“But, I think those things mold you if you let them.”
He doesn’t seem to have hard feelings about his father either, who shares his first name, Virgil.
About Music City, Ronnie says, “Nashville has become a cesspool. Once Travis Tritt, Garth Brooks and the others made it big, there was suddenly a lot of money. Then the lawyers showed up. Now the radio is packed with bad songs. “Somewhere Between Old and New York” by Dave Loggins? It’s about a shoe shine guy at Yankee Stadium. You couldn’t write that song now. Now it’s crappy ass songs.
“There are two ways to make money: sales money and play money. Some bribe the radio stations. You can make money without even selling records.
‘It’s not depressing to me. I’m not a typical human being. I never did fit in with the good old boy set. I didn’t hold my mouth right. I’m not even normal for blind people.”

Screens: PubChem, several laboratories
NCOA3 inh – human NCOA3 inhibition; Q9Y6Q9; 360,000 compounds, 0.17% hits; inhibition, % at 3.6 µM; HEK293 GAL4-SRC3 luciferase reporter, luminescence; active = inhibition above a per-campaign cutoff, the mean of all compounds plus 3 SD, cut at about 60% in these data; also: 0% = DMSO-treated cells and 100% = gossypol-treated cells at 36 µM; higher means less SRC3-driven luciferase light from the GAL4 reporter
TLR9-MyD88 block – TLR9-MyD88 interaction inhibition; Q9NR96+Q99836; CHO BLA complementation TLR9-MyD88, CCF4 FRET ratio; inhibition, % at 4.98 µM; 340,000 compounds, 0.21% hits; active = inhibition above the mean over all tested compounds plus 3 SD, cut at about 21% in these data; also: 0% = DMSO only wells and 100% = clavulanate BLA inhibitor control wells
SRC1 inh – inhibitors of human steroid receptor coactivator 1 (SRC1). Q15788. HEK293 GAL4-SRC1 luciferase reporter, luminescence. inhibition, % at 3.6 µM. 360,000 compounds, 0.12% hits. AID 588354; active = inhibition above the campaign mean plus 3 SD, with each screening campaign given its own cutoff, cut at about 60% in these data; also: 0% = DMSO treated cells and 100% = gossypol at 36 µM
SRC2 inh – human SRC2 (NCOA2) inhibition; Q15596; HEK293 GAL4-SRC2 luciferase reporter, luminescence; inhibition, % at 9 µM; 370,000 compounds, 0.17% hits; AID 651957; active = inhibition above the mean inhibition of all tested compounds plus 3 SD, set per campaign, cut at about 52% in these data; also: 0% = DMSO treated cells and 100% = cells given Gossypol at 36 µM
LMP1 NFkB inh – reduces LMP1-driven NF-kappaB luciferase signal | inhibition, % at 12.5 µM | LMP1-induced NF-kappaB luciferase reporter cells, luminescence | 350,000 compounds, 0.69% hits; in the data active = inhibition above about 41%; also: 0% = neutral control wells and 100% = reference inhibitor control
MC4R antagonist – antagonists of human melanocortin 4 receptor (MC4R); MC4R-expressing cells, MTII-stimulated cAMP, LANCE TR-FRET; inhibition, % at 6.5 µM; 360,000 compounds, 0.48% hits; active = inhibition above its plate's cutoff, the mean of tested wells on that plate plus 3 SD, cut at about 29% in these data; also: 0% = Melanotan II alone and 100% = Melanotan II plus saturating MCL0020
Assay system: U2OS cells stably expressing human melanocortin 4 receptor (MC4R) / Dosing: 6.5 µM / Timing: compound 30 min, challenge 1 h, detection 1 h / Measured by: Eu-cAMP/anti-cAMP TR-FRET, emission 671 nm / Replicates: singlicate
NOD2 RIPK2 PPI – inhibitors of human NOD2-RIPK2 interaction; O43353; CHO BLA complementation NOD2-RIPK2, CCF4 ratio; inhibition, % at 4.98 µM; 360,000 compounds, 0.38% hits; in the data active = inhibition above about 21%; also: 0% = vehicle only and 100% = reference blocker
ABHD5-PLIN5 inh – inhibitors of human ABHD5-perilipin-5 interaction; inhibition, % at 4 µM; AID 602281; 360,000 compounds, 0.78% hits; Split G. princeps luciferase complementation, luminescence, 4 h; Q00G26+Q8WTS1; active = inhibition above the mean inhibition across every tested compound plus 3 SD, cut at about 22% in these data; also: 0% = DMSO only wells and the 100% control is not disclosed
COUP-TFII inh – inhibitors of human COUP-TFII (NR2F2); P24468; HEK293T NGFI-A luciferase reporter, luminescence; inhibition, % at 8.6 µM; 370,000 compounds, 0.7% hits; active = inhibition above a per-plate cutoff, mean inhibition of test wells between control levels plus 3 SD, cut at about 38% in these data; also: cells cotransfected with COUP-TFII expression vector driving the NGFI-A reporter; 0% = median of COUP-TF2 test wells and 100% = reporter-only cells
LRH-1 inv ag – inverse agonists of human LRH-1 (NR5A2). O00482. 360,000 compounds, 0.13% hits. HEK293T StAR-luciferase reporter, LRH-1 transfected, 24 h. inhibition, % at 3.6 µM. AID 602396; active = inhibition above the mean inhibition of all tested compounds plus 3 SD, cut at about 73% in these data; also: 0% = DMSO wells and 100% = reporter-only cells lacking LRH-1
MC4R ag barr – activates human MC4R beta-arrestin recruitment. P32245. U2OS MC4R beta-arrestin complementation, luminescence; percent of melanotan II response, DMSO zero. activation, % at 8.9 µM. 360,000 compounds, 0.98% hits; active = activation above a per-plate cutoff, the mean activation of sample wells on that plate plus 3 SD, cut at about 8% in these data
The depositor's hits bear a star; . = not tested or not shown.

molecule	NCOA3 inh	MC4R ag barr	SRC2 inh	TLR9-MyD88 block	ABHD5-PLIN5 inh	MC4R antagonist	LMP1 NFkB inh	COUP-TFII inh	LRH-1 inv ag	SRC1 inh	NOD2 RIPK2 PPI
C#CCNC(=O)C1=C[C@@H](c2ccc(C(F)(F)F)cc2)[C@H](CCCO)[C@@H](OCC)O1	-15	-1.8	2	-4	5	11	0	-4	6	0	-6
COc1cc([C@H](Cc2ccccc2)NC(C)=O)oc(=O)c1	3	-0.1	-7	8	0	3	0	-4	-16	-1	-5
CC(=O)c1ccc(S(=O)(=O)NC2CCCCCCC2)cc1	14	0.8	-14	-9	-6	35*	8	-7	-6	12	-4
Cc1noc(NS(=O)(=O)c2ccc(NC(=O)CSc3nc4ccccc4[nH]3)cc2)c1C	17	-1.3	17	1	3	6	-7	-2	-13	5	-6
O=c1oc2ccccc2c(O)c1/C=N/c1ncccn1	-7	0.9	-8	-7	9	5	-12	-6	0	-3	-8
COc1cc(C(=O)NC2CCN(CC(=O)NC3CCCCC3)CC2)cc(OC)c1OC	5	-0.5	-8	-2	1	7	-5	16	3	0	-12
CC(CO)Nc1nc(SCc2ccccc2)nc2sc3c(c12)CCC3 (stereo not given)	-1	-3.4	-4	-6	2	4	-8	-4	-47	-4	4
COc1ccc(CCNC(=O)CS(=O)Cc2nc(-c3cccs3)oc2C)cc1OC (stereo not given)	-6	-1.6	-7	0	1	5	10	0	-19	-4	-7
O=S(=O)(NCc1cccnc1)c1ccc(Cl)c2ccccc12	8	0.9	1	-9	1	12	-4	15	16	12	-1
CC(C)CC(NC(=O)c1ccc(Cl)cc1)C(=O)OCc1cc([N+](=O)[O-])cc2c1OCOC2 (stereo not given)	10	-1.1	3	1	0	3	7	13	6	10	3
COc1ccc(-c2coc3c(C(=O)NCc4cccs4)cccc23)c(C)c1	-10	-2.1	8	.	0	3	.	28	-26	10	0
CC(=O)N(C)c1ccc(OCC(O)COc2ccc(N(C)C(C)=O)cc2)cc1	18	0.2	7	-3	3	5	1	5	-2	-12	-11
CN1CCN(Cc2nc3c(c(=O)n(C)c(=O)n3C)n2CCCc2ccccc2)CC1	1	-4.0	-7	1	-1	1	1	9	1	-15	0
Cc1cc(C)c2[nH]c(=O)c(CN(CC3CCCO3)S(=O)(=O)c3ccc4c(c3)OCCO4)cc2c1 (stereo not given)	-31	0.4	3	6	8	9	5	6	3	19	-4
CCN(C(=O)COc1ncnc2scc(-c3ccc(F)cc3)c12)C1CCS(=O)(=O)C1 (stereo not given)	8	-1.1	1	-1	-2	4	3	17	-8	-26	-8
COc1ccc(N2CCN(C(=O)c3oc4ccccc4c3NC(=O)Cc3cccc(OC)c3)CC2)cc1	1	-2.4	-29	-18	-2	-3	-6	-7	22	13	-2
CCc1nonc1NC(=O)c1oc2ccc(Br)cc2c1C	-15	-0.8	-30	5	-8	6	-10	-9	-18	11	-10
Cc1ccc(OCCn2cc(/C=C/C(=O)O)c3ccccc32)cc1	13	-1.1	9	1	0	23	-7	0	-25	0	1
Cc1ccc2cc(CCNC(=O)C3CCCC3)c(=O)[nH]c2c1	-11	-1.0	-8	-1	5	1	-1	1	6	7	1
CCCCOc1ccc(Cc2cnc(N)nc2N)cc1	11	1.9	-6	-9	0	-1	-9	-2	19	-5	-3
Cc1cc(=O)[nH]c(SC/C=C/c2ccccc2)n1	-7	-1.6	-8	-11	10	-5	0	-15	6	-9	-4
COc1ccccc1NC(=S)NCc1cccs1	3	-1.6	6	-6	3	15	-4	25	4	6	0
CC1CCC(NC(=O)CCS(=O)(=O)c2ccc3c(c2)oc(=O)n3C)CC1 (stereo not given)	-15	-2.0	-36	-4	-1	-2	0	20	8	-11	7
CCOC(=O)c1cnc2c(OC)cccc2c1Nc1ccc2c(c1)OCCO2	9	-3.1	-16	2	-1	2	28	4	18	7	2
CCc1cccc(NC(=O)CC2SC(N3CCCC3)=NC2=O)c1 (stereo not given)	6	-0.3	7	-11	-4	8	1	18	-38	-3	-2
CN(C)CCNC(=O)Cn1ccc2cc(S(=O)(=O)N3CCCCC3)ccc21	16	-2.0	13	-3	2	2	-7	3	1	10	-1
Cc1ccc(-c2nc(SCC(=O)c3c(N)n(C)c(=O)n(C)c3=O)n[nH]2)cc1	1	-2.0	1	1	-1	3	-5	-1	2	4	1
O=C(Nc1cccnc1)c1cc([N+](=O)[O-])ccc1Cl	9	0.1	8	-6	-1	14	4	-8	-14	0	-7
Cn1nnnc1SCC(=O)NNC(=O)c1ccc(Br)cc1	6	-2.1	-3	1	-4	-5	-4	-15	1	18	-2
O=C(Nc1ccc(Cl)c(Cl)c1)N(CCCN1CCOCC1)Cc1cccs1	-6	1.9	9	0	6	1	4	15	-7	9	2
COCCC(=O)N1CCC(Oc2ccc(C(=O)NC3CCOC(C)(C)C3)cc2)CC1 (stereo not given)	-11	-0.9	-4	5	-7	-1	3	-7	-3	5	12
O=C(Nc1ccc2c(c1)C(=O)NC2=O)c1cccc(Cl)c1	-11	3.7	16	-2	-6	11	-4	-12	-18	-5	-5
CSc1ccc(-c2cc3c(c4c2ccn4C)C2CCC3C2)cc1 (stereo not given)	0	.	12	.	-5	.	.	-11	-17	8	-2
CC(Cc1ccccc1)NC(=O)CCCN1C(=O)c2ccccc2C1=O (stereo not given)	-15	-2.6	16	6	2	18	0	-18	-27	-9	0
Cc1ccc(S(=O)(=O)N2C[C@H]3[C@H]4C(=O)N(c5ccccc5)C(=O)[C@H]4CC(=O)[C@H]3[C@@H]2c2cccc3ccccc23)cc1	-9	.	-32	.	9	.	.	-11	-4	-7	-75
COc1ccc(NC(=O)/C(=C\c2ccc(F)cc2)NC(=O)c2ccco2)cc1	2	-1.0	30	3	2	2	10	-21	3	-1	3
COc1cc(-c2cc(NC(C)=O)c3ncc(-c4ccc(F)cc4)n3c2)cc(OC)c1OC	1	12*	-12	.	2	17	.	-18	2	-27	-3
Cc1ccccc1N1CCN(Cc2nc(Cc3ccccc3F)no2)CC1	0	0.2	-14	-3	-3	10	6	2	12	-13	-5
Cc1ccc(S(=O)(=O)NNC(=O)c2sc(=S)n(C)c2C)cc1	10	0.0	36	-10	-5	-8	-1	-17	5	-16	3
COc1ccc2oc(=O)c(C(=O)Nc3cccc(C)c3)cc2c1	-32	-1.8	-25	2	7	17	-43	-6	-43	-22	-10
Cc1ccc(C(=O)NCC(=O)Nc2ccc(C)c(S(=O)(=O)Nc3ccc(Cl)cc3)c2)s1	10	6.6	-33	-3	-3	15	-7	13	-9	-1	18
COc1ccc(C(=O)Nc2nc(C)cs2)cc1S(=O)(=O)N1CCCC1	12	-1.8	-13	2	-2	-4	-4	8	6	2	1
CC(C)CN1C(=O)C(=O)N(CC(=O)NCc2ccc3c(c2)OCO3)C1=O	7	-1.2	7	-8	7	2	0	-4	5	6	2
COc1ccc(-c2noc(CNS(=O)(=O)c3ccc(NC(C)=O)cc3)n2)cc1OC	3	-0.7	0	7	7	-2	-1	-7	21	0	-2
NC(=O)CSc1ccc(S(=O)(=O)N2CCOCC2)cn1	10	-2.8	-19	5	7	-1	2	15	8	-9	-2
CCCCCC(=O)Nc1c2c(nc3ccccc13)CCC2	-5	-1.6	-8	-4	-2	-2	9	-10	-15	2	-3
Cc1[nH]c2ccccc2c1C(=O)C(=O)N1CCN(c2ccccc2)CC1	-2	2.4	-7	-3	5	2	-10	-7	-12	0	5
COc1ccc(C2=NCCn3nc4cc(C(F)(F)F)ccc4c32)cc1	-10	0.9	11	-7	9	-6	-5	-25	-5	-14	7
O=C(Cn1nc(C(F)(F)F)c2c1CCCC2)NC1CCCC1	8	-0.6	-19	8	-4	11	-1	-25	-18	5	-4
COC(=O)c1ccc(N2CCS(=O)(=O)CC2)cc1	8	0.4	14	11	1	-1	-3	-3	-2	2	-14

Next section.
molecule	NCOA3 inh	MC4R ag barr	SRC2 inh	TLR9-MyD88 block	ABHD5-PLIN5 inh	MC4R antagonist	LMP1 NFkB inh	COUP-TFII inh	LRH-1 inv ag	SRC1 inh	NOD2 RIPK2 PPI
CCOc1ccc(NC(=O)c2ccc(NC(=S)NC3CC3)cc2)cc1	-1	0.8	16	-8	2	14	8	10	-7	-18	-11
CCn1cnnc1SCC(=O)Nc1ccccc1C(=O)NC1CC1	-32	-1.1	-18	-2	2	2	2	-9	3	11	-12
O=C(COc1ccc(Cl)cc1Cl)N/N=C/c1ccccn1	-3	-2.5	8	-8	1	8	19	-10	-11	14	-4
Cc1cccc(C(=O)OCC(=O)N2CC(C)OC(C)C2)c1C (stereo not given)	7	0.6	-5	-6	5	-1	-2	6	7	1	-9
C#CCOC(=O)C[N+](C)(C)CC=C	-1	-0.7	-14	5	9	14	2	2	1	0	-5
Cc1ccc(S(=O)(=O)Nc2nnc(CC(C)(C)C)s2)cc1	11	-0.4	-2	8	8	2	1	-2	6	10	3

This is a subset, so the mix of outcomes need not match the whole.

Songwriting is clearly a great love for Ronnie Godfrey. “It’s got to have a combination of being honest and conversational, yet also a sense of imagery. Convince the listener that it’s real … like the opening to “Hotel California” … On a dark desert highway, cool wind in my hair Warm smell of colitas, rising up through the air . They made you know … in a very few words.”
In 1998, Ronnie began to jam with Casey Lutton (guitar and vocals), Steve Johnson (drums and vocals) and Michael Thorn (bass). In 2000, they formed Virgil, a genre-resistant jam band. The group recorded Standin’ In a Circle, which, you can hear on the group’s MySpace page at the previous link.
“My philosophy of life is in Virgil. I believe people should be free with each other – spiritual and free and open. The church has done more to screw up manhood. People don’t believe they have the right to feel that good. If people would learn to be free and love, people wouldn’t have to fight wars.